Hi Ho, Hi Ho, It's Off to Work We Go
Friday's great numbers were not a one-time fluke, says Morningstar's Bob Johnson.
All this week's economic indicators pale in comparison to the stunning employment report on Friday. The economy lost just 11,000 jobs in November compared with a consensus estimate of 130,000 job losses. The losses are statistically insignificant when compared against the more than 131 million people employed. The numbers are also a considerable improvement from the 741,000 jobs lost in January 2009.
Just us important, the downward revisions in job losses for September and October were huge. A combined 159,000 jobs were added back to the count for these two months. Other parts of the report were just as positive, as hours worked and temporary workers, two leading indicators, also improved sharply. Overall hours worked jumped 0.2 hours to 33.2 hours in November, while manufacturing hours were even more impressive, improving from 40.1 to 40.4 hours. Manufacturing hours are now up an impressive one hour, or about 2.5%, since May. Hours worked is an important metric because employers generally increase the hours of current employees before they add new people to their payrolls.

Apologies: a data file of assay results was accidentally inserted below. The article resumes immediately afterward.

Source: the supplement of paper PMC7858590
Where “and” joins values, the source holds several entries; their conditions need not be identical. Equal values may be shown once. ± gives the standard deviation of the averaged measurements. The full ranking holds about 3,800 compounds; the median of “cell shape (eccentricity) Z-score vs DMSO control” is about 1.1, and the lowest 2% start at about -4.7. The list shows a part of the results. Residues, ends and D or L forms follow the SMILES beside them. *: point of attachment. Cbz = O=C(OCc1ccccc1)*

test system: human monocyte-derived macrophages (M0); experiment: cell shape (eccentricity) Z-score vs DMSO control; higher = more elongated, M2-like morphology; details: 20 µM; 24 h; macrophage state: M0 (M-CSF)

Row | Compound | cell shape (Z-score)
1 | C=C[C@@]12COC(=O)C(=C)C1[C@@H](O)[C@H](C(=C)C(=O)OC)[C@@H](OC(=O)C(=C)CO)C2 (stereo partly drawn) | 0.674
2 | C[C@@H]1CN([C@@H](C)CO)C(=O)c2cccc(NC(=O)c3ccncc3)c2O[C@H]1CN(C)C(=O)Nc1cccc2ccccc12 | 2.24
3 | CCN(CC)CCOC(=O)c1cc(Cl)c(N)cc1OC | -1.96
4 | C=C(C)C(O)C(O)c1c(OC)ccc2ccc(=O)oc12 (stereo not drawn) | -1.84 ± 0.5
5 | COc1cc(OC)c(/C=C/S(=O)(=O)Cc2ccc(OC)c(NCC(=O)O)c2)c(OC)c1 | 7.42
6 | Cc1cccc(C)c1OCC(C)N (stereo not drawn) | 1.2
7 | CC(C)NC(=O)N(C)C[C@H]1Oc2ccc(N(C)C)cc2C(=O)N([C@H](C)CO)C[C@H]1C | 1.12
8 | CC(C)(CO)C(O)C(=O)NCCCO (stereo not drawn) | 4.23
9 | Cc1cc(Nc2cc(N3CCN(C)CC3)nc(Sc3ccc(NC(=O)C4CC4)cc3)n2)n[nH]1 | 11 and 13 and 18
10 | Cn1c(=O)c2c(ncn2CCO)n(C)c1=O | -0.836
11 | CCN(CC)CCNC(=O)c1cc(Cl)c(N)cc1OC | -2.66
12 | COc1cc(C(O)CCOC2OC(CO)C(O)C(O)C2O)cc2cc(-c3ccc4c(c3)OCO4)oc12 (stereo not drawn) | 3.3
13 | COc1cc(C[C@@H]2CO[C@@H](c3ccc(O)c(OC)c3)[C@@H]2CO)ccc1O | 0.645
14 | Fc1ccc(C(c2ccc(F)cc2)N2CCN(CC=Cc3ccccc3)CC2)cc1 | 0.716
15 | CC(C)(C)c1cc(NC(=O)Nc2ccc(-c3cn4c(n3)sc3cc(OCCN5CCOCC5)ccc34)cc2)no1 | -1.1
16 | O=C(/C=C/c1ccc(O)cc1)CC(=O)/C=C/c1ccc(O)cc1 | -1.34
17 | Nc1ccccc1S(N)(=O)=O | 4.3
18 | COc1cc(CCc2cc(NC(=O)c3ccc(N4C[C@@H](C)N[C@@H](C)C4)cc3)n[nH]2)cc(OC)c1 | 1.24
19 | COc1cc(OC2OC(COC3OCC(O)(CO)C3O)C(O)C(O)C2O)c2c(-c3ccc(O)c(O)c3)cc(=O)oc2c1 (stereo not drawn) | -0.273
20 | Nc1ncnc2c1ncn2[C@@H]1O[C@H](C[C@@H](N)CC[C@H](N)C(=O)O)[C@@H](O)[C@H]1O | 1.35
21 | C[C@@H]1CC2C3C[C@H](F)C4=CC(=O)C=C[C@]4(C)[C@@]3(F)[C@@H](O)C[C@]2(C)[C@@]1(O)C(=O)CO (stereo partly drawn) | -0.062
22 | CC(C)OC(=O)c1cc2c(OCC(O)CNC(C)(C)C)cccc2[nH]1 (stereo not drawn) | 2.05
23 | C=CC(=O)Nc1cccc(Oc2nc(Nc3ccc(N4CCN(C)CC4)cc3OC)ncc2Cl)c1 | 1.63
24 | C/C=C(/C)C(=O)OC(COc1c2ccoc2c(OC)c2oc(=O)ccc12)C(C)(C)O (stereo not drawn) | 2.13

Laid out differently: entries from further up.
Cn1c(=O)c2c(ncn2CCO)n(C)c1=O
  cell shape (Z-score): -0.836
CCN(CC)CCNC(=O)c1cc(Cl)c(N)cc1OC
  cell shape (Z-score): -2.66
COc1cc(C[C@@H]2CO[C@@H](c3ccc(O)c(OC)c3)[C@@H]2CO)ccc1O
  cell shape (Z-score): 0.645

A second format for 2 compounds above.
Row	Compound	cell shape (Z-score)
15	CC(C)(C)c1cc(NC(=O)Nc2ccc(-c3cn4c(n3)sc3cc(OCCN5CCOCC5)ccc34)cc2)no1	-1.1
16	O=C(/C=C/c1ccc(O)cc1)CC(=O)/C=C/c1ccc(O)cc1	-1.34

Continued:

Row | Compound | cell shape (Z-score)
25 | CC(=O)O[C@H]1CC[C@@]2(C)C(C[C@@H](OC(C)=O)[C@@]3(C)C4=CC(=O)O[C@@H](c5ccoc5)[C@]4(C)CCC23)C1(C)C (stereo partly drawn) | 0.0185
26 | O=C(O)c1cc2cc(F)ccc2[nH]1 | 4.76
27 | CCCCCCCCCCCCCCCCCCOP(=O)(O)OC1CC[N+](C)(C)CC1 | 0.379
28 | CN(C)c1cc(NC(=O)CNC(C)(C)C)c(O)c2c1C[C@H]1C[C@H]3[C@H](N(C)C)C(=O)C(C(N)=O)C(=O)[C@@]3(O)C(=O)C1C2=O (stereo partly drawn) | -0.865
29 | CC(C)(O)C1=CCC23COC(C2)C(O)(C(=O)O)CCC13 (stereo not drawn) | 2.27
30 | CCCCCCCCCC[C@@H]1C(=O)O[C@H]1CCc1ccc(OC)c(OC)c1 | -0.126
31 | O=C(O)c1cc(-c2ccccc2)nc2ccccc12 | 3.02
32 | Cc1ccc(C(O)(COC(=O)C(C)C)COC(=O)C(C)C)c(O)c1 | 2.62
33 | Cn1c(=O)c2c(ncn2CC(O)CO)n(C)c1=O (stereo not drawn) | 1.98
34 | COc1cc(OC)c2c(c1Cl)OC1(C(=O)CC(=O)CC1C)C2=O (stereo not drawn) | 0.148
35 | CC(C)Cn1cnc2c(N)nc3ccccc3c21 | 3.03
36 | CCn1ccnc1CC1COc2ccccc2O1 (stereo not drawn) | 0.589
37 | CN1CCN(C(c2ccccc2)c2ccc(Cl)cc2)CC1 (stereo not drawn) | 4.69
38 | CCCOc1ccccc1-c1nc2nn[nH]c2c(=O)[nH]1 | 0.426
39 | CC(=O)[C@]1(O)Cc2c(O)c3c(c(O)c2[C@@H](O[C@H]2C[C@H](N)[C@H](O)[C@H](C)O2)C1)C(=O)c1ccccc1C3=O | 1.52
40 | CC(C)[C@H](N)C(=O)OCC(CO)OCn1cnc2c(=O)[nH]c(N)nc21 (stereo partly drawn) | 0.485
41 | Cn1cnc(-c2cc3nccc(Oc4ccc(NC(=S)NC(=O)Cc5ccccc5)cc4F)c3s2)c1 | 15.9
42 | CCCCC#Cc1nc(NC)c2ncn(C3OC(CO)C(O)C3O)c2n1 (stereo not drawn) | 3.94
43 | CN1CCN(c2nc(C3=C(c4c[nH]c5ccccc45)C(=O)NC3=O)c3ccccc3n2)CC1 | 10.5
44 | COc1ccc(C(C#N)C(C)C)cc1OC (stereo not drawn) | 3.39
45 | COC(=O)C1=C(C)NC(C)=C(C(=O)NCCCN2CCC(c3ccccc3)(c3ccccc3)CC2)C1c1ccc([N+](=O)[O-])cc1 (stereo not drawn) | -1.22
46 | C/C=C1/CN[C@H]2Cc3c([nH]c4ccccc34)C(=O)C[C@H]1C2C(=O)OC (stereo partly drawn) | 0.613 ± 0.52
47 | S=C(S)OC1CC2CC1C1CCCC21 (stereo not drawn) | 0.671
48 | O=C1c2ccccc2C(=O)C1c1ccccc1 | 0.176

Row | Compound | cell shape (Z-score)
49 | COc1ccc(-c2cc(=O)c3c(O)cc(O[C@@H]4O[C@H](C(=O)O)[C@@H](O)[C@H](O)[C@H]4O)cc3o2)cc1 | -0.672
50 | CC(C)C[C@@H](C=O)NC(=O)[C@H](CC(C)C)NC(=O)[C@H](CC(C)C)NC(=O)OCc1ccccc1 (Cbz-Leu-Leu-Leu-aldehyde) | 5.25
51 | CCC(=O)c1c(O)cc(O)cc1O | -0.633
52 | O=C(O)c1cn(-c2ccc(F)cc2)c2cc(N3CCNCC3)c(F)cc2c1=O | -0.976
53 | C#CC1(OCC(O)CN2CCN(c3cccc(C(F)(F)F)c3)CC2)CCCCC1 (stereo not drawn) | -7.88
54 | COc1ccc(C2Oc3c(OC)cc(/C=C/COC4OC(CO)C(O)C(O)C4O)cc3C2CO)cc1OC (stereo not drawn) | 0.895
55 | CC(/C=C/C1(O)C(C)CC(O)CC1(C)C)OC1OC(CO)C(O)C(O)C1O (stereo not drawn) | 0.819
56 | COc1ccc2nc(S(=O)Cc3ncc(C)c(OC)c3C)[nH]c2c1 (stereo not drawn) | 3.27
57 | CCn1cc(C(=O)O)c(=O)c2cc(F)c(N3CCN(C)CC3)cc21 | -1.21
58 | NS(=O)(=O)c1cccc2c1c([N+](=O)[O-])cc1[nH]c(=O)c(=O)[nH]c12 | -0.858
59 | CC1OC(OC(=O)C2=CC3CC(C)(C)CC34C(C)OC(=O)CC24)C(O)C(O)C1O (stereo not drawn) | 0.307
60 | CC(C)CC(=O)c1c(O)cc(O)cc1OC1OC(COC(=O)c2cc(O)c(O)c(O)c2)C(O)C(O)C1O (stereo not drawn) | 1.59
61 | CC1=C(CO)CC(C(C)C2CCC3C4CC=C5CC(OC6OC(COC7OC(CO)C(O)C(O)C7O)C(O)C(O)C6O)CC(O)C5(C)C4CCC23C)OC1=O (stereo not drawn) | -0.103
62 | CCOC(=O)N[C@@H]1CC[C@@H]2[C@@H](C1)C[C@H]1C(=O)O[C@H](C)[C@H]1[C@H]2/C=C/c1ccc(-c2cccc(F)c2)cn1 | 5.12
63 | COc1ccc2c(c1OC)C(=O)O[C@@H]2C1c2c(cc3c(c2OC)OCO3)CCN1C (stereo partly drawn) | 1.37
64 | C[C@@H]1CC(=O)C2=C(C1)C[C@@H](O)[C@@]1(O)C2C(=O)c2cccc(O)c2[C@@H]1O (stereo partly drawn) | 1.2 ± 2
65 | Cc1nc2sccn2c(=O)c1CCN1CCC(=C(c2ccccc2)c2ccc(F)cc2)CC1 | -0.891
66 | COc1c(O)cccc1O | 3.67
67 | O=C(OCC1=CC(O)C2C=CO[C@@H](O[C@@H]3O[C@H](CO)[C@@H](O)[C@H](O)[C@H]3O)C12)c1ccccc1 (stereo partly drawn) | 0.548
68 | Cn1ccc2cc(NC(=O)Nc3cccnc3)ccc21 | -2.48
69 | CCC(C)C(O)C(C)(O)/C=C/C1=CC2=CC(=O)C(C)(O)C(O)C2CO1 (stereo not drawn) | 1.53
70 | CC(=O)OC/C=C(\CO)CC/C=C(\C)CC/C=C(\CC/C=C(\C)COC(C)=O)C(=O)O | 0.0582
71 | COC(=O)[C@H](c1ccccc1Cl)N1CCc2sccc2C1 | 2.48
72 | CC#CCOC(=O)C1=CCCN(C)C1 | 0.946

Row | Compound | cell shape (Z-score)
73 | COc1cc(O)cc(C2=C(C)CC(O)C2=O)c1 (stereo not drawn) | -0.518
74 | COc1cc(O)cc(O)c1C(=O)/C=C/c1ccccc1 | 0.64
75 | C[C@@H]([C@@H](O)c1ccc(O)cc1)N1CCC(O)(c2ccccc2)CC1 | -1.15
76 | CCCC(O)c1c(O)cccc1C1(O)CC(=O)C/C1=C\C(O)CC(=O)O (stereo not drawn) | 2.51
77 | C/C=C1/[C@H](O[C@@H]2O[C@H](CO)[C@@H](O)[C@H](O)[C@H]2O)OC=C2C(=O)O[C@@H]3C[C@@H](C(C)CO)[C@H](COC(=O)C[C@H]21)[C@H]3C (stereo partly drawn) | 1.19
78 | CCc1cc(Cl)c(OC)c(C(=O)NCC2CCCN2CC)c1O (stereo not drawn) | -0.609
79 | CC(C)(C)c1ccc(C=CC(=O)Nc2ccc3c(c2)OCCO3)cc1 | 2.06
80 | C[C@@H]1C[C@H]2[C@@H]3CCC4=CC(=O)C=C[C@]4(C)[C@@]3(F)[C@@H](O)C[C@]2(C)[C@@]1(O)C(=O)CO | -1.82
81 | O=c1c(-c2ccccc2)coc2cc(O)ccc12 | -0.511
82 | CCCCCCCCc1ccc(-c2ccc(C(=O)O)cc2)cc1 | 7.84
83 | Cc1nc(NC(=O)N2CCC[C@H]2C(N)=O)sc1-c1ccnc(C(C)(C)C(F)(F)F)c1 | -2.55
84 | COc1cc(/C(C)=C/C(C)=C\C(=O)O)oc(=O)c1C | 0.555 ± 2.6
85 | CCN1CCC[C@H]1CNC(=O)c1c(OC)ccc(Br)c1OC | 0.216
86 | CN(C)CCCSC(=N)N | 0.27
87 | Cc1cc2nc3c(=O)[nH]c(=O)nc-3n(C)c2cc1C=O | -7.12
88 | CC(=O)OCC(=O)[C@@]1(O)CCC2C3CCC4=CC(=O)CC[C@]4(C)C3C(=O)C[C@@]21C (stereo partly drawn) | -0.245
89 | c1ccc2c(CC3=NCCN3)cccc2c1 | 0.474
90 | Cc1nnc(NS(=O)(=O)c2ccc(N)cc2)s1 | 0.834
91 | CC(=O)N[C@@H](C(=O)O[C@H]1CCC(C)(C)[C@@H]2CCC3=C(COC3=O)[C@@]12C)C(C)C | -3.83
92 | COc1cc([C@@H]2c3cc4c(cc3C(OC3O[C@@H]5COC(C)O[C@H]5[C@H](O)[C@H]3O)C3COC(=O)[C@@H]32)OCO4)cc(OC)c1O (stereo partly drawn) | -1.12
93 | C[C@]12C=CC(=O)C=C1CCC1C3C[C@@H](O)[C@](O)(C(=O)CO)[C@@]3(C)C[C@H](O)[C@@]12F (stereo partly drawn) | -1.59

On the temporary help front, 52,000 temporary workers were added in November and a total of 117,000 temporary workers have been added since July. Our employment services analyst, Vishnu Lekraj, has been telling me for months that this is one of his favorite early indicators. Employers tend to add temporary help well before they hire more permanent full-time staff.